Martin Scorsese’s 2013 film, “The Wolf of Wall Street,” has sparked its fair share of controversy, yet its undeniable hilarity remains a cornerstone of its appeal. The movie chronicles the real-life exploits of Jordan Belfort (portrayed by Leonardo DiCaprio), an unscrupulous stockbroker whose deceitful practices thrived in the 1980s and 1990s. Critics argue that the film glamorizes Belfort, transforming him into an unlikely role model for a specific segment of the audience. While Scorsese is not primarily associated with comedic works, elements of humor permeate many of his crime and gangster films, exemplified notably by the 1990 release “Goodfellas.”
Running for an immersive three hours, “The Wolf of Wall Street” unfolds as an extravagant, drug-fueled spectacle. Belfort, alongside his cohorts such as Donnie Azoff (played by Jonah Hill) and Brad Bodnick (portrayed by Jon Bernthal), revels in a hedonistic frenzy, all at the expense of those they exploit. Some of the most memorable and uproarious moments include Belfort’s comically impaired attempt to operate under the influence of quaaludes, rendering him temporarily unable to use his legs. Another iconic scene features Belfort delivering a farewell address, only to abruptly reverse course, opting to remain despite mounting legal pressure. Yet another standout moment is when Matthew McConaughey’s character delivers the memorable line: “you gotta pump those numbers up, those are rookie numbers.”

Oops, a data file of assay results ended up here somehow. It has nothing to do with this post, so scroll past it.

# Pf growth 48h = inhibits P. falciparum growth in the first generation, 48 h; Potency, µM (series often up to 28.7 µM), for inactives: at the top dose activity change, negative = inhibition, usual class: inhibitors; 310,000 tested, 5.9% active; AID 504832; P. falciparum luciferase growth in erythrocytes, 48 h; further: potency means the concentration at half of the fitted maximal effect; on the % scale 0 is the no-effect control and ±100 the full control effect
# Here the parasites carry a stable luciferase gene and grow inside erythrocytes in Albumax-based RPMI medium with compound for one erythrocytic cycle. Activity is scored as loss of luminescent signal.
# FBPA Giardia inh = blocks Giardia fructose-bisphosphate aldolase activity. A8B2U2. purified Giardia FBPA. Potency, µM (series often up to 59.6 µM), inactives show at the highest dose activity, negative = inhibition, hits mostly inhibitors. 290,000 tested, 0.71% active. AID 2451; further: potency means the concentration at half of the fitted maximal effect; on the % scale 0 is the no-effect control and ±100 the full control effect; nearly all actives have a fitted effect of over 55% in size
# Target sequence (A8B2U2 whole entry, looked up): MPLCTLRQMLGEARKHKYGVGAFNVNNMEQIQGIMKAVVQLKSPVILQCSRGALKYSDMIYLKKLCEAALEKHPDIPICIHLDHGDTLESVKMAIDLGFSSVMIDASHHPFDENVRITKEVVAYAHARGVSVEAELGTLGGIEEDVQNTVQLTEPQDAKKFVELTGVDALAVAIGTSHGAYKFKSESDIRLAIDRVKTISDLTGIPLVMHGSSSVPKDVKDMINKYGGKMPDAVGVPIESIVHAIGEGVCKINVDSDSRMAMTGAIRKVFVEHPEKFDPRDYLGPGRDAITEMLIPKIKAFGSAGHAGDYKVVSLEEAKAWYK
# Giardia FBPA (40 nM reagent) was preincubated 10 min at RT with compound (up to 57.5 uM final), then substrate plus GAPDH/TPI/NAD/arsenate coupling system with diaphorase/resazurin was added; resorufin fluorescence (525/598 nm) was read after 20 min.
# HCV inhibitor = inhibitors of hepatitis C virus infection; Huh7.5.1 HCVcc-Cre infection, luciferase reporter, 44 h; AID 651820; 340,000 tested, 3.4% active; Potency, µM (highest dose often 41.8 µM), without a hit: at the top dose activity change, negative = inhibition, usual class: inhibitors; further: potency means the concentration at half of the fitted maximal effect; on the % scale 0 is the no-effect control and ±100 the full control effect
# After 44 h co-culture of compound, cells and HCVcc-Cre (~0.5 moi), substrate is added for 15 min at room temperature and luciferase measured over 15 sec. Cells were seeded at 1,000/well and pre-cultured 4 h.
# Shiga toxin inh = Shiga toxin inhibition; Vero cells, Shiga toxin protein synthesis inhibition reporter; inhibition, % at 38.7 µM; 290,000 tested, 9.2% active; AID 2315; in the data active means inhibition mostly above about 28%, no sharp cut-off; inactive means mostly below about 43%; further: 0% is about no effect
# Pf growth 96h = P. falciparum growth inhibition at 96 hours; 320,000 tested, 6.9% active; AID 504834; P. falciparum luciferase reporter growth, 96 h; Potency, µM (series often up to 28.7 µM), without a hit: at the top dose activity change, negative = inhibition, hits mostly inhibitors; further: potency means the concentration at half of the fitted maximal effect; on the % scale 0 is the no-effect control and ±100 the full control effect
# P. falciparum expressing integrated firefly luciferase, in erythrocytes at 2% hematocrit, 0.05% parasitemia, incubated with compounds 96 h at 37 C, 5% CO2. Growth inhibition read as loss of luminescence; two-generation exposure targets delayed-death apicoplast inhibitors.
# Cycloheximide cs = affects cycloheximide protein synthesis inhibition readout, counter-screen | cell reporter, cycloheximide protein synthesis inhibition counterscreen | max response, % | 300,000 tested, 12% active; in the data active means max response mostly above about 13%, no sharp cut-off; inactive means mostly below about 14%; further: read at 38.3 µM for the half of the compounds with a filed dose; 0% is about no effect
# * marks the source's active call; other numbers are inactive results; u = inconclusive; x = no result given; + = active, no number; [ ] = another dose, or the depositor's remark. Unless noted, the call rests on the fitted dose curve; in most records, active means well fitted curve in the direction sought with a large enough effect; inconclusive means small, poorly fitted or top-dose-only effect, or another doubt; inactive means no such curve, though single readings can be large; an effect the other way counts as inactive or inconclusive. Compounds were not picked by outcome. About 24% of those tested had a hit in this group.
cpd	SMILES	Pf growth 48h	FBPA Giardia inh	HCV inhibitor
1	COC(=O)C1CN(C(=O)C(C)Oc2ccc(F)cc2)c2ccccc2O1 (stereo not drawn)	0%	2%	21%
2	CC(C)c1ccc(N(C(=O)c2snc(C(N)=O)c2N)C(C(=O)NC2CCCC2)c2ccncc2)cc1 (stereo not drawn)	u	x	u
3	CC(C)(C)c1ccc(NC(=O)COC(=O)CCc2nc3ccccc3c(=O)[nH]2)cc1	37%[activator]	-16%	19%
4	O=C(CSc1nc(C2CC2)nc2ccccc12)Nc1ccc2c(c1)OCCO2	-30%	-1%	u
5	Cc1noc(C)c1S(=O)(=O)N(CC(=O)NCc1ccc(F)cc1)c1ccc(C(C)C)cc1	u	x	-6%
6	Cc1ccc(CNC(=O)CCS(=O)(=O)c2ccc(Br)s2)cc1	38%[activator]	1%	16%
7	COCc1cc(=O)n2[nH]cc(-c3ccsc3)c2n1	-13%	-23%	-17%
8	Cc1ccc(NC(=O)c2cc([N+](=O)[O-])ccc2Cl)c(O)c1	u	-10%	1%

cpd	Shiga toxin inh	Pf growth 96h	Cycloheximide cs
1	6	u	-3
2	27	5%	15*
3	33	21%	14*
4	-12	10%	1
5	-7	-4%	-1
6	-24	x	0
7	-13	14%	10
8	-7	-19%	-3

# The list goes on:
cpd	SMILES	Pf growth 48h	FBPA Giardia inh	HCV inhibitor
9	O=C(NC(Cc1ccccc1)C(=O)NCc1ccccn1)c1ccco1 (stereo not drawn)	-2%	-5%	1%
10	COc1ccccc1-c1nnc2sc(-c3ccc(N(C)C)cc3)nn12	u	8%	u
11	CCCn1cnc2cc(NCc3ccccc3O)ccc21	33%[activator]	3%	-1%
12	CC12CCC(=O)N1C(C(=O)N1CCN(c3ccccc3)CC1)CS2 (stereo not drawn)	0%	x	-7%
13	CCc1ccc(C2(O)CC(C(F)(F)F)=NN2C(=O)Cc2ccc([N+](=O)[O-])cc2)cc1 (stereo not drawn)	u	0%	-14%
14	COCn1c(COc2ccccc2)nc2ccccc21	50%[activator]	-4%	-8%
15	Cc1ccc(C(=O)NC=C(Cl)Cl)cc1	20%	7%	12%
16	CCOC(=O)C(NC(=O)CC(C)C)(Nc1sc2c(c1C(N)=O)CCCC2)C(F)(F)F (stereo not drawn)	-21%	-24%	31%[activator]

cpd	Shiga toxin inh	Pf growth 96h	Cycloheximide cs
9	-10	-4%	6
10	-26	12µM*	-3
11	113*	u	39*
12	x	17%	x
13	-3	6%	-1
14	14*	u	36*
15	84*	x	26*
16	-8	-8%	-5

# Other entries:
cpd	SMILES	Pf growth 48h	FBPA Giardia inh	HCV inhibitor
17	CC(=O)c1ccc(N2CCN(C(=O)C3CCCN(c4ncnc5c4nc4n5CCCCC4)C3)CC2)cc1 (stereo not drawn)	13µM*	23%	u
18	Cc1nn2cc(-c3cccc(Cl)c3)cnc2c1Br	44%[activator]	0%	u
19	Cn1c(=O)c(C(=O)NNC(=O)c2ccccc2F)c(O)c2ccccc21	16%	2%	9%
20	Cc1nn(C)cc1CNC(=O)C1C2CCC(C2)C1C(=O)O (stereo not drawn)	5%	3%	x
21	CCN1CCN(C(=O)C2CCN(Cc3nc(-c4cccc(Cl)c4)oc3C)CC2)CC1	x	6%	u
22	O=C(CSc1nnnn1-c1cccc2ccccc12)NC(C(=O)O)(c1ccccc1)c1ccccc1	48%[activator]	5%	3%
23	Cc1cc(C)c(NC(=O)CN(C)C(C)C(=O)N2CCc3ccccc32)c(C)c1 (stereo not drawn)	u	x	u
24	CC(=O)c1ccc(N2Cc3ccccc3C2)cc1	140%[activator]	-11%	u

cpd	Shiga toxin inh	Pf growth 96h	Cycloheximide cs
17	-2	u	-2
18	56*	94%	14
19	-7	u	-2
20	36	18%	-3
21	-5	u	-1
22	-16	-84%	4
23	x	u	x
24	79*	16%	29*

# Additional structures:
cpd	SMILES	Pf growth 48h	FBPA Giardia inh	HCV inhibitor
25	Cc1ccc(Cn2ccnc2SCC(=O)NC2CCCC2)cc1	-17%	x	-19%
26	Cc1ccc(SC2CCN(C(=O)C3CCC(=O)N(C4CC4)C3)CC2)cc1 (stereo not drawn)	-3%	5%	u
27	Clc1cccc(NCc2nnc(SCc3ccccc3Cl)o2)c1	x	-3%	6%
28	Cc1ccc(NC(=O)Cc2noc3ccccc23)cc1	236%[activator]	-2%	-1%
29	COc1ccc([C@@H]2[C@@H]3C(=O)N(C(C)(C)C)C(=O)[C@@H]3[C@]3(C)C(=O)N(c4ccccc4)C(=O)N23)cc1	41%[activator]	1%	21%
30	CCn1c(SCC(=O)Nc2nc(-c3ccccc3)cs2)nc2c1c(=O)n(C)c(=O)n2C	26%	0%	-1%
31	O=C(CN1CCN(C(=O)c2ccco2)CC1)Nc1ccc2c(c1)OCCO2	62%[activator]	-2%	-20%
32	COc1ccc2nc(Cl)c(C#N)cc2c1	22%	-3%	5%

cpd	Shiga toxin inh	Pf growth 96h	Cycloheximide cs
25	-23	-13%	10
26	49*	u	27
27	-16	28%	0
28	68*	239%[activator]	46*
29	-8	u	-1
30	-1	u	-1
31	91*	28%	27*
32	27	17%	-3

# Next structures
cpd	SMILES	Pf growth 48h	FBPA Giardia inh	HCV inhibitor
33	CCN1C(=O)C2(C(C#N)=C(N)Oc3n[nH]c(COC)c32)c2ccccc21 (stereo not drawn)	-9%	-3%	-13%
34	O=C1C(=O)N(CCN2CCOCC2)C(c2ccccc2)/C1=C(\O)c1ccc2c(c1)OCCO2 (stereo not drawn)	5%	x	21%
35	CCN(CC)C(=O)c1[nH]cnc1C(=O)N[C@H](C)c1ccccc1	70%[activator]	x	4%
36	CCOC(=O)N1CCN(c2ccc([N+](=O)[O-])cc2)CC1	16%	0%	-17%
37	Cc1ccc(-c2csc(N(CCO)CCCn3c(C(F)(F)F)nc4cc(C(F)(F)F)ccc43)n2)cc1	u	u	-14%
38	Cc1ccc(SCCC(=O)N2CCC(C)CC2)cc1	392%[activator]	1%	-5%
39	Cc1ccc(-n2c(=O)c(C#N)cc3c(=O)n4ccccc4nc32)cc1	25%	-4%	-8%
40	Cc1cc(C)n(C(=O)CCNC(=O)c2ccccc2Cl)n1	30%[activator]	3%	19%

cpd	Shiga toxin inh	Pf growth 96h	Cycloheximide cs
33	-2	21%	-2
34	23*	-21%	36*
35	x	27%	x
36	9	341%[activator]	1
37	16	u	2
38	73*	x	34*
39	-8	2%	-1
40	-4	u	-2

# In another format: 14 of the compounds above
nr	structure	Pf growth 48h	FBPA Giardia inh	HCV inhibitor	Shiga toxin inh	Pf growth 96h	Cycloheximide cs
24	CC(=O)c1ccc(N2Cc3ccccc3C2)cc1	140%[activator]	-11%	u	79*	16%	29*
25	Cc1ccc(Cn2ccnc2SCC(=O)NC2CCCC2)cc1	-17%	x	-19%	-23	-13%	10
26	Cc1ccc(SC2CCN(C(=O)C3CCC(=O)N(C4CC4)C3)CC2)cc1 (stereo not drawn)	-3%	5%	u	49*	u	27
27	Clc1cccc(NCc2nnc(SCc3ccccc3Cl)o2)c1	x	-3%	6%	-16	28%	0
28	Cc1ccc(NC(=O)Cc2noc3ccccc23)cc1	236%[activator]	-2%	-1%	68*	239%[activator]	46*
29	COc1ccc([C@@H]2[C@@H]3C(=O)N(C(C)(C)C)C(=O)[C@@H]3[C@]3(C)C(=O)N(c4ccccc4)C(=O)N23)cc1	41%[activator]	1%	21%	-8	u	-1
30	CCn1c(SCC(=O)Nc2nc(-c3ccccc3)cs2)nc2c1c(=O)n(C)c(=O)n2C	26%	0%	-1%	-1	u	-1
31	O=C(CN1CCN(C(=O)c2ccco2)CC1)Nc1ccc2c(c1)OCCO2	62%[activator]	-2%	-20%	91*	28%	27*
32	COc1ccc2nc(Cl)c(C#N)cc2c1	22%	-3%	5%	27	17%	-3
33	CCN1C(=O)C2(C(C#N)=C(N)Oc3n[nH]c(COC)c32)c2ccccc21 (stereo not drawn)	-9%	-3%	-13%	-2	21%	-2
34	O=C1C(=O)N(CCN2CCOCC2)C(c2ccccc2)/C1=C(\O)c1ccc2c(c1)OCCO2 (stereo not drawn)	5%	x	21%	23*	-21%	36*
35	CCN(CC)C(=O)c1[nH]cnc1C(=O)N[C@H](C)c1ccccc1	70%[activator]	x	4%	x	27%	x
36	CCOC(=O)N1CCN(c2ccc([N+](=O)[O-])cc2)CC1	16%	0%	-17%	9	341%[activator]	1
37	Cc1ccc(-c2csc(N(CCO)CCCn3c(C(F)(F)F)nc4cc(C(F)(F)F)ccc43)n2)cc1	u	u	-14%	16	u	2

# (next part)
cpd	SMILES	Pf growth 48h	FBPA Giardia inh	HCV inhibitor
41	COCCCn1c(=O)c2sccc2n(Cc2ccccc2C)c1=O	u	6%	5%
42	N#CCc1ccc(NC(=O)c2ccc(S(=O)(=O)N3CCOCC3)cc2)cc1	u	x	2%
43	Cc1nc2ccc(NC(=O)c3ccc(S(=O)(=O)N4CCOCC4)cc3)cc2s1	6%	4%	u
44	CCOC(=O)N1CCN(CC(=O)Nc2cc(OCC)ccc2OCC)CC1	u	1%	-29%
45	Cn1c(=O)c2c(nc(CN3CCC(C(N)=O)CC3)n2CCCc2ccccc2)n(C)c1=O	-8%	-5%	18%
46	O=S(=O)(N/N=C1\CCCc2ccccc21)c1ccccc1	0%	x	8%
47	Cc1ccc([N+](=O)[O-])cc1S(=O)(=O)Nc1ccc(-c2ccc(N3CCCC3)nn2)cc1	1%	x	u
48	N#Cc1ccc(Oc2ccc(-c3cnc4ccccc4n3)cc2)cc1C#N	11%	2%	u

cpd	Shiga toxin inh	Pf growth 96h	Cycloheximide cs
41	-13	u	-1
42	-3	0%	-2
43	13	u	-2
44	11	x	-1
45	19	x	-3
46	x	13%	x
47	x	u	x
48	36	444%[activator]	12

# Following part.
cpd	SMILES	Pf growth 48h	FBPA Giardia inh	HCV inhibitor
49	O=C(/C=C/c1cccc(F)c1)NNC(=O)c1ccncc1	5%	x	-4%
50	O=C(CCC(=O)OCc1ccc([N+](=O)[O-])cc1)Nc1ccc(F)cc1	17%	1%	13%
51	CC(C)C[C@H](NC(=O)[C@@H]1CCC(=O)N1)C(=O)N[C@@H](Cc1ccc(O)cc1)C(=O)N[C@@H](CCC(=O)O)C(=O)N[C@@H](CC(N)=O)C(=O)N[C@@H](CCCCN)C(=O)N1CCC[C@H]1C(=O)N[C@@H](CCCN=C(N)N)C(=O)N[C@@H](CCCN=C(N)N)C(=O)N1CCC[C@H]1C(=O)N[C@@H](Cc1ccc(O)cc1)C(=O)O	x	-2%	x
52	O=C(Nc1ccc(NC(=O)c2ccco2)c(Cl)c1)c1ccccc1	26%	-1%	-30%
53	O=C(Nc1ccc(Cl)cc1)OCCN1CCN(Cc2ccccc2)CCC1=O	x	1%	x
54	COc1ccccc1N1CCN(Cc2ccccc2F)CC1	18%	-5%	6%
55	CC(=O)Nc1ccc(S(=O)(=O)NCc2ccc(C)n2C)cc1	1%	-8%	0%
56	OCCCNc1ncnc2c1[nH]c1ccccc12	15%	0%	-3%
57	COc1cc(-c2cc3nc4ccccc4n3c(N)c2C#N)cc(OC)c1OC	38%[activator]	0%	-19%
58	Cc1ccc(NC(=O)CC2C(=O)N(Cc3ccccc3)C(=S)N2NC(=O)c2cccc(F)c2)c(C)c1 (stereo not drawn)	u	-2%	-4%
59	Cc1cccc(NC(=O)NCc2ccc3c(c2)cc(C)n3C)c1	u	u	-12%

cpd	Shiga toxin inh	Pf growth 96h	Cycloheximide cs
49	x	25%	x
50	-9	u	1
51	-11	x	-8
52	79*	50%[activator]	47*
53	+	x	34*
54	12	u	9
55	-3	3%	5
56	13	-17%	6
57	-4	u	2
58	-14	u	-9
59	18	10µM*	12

“The Wolf of Wall Street” also marked a pivotal point in Margot Robbie’s career, propelling her to stardom with her portrayal of Naomi, Belfort’s second wife. Robbie later made a cameo appearance in the thematically similar film, “The Big Short,” where she adeptly explains intricate financial concepts while luxuriating in a bubble bath with champagne in hand.
Presently, Martin Scorsese and Leonardo DiCaprio are gearing up for the release of their latest collaboration, “Killers of the Flower Moon,” slated to hit theatres on October 20. This gripping drama delves into the true-life account of the Osage nation murders in Oklahoma during the 1920s, a dark chapter intertwined with the pursuit of oil wealth. The film boasts a stellar cast including Robert De Niro, Lily Gladstone, and Jesse Plemons.